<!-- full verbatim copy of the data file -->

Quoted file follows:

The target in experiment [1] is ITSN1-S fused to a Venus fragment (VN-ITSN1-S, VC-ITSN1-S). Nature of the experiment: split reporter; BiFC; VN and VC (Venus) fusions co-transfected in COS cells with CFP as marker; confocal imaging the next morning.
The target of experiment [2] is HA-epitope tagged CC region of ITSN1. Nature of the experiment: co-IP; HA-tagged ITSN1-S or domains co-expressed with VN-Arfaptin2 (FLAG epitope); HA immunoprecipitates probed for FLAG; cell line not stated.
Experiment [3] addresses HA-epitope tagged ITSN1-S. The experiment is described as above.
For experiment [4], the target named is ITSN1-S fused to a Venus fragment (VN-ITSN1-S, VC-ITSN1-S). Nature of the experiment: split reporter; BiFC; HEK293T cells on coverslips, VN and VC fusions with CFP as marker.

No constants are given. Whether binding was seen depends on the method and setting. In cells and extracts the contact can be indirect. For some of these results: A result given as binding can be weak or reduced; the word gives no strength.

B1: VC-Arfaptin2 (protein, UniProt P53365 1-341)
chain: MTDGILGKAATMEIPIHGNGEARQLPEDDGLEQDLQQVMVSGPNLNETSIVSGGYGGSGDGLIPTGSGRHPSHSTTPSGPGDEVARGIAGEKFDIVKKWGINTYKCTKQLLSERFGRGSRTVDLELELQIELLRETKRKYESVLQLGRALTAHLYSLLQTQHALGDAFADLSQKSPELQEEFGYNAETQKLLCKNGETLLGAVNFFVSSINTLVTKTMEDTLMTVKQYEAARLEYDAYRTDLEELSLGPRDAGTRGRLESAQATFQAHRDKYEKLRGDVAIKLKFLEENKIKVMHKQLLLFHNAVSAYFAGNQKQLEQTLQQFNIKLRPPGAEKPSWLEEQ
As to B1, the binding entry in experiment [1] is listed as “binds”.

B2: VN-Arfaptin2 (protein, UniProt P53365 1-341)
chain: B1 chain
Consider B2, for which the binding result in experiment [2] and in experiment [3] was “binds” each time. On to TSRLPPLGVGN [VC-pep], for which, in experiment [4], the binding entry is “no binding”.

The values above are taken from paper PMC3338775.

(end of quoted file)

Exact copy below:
The target in experiment [1] is ITSN1-S fused to a Venus fragment (VN-ITSN1-S, VC-ITSN1-S). Nature of the experiment: split reporter; BiFC; VN and VC (Venus) fusions co-transfected in COS cells with CFP as marker; confocal imaging the next morning.
The target of experiment [2] is HA-epitope tagged CC region of ITSN1. Nature of the experiment: co-IP; HA-tagged ITSN1-S or domains co-expressed with VN-Arfaptin2 (FLAG epitope); HA immunoprecipitates probed for FLAG; cell line not stated.
Experiment [3] addresses HA-epitope tagged ITSN1-S. The experiment is described as above.
For experiment [4], the target named is ITSN1-S fused to a Venus fragment (VN-ITSN1-S, VC-ITSN1-S). Nature of the experiment: split reporter; BiFC; HEK293T cells on coverslips, VN and VC fusions with CFP as marker.

No constants are given. Whether binding was seen depends on the method and setting. In cells and extracts the contact can be indirect. For some of these results: A result given as binding can be weak or reduced; the word gives no strength.

B1: VC-Arfaptin2 (protein, UniProt P53365 1-341)
chain: MTDGILGKAATMEIPIHGNGEARQLPEDDGLEQDLQQVMVSGPNLNETSIVSGGYGGSGDGLIPTGSGRHPSHSTTPSGPGDEVARGIAGEKFDIVKKWGINTYKCTKQLLSERFGRGSRTVDLELELQIELLRETKRKYESVLQLGRALTAHLYSLLQTQHALGDAFADLSQKSPELQEEFGYNAETQKLLCKNGETLLGAVNFFVSSINTLVTKTMEDTLMTVKQYEAARLEYDAYRTDLEELSLGPRDAGTRGRLESAQATFQAHRDKYEKLRGDVAIKLKFLEENKIKVMHKQLLLFHNAVSAYFAGNQKQLEQTLQQFNIKLRPPGAEKPSWLEEQ
As to B1, the binding entry in experiment [1] is listed as “binds”.

B2: VN-Arfaptin2 (protein, UniProt P53365 1-341)
chain: B1 chain
Consider B2, for which the binding result in experiment [2] and in experiment [3] was “binds” each time. On to TSRLPPLGVGN [VC-pep], for which, in experiment [4], the binding entry is “no binding”.

The values above are taken from paper PMC3338775.